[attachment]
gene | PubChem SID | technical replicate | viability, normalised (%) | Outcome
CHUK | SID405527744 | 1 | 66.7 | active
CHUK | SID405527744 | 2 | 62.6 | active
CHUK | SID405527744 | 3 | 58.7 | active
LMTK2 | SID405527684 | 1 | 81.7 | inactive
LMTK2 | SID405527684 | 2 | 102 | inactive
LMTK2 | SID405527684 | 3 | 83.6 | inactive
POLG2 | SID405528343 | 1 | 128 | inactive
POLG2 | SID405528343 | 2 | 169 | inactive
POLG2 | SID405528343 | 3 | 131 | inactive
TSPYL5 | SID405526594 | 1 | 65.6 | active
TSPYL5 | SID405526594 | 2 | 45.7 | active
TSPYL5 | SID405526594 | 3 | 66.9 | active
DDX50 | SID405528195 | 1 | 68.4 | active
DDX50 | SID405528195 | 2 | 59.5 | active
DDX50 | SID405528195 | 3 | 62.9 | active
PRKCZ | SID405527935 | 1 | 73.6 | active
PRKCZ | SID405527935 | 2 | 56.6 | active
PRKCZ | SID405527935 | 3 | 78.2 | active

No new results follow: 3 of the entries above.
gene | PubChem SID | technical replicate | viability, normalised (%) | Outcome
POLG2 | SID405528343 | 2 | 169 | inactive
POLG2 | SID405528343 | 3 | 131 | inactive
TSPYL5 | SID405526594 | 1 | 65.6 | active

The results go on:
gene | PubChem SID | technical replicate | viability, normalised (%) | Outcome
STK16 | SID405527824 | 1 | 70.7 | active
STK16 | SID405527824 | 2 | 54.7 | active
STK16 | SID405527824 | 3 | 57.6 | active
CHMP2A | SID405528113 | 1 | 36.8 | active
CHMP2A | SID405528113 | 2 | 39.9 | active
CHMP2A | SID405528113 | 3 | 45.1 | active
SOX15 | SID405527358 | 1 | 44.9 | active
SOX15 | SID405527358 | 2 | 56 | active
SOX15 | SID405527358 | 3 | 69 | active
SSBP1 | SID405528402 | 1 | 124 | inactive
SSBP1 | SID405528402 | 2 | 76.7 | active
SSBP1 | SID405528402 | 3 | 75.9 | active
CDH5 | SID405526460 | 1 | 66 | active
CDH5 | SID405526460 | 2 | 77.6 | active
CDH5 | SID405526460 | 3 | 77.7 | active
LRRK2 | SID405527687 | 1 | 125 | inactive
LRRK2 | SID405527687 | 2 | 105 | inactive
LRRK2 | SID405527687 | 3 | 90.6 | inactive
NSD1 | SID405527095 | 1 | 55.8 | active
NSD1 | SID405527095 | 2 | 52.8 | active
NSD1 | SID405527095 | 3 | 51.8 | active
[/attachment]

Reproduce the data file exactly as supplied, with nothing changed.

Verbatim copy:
gene | PubChem SID | technical replicate | viability, normalised (%) | Outcome
CHUK | SID405527744 | 1 | 66.7 | active
CHUK | SID405527744 | 2 | 62.6 | active
CHUK | SID405527744 | 3 | 58.7 | active
LMTK2 | SID405527684 | 1 | 81.7 | inactive
LMTK2 | SID405527684 | 2 | 102 | inactive
LMTK2 | SID405527684 | 3 | 83.6 | inactive
POLG2 | SID405528343 | 1 | 128 | inactive
POLG2 | SID405528343 | 2 | 169 | inactive
POLG2 | SID405528343 | 3 | 131 | inactive
TSPYL5 | SID405526594 | 1 | 65.6 | active
TSPYL5 | SID405526594 | 2 | 45.7 | active
TSPYL5 | SID405526594 | 3 | 66.9 | active
DDX50 | SID405528195 | 1 | 68.4 | active
DDX50 | SID405528195 | 2 | 59.5 | active
DDX50 | SID405528195 | 3 | 62.9 | active
PRKCZ | SID405527935 | 1 | 73.6 | active
PRKCZ | SID405527935 | 2 | 56.6 | active
PRKCZ | SID405527935 | 3 | 78.2 | active

No new results follow: 3 of the entries above.
gene | PubChem SID | technical replicate | viability, normalised (%) | Outcome
POLG2 | SID405528343 | 2 | 169 | inactive
POLG2 | SID405528343 | 3 | 131 | inactive
TSPYL5 | SID405526594 | 1 | 65.6 | active

The results go on:
gene | PubChem SID | technical replicate | viability, normalised (%) | Outcome
STK16 | SID405527824 | 1 | 70.7 | active
STK16 | SID405527824 | 2 | 54.7 | active
STK16 | SID405527824 | 3 | 57.6 | active
CHMP2A | SID405528113 | 1 | 36.8 | active
CHMP2A | SID405528113 | 2 | 39.9 | active
CHMP2A | SID405528113 | 3 | 45.1 | active
SOX15 | SID405527358 | 1 | 44.9 | active
SOX15 | SID405527358 | 2 | 56 | active
SOX15 | SID405527358 | 3 | 69 | active
SSBP1 | SID405528402 | 1 | 124 | inactive
SSBP1 | SID405528402 | 2 | 76.7 | active
SSBP1 | SID405528402 | 3 | 75.9 | active
CDH5 | SID405526460 | 1 | 66 | active
CDH5 | SID405526460 | 2 | 77.6 | active
CDH5 | SID405526460 | 3 | 77.7 | active
LRRK2 | SID405527687 | 1 | 125 | inactive
LRRK2 | SID405527687 | 2 | 105 | inactive
LRRK2 | SID405527687 | 3 | 90.6 | inactive
NSD1 | SID405527095 | 1 | 55.8 | active
NSD1 | SID405527095 | 2 | 52.8 | active
NSD1 | SID405527095 | 3 | 51.8 | active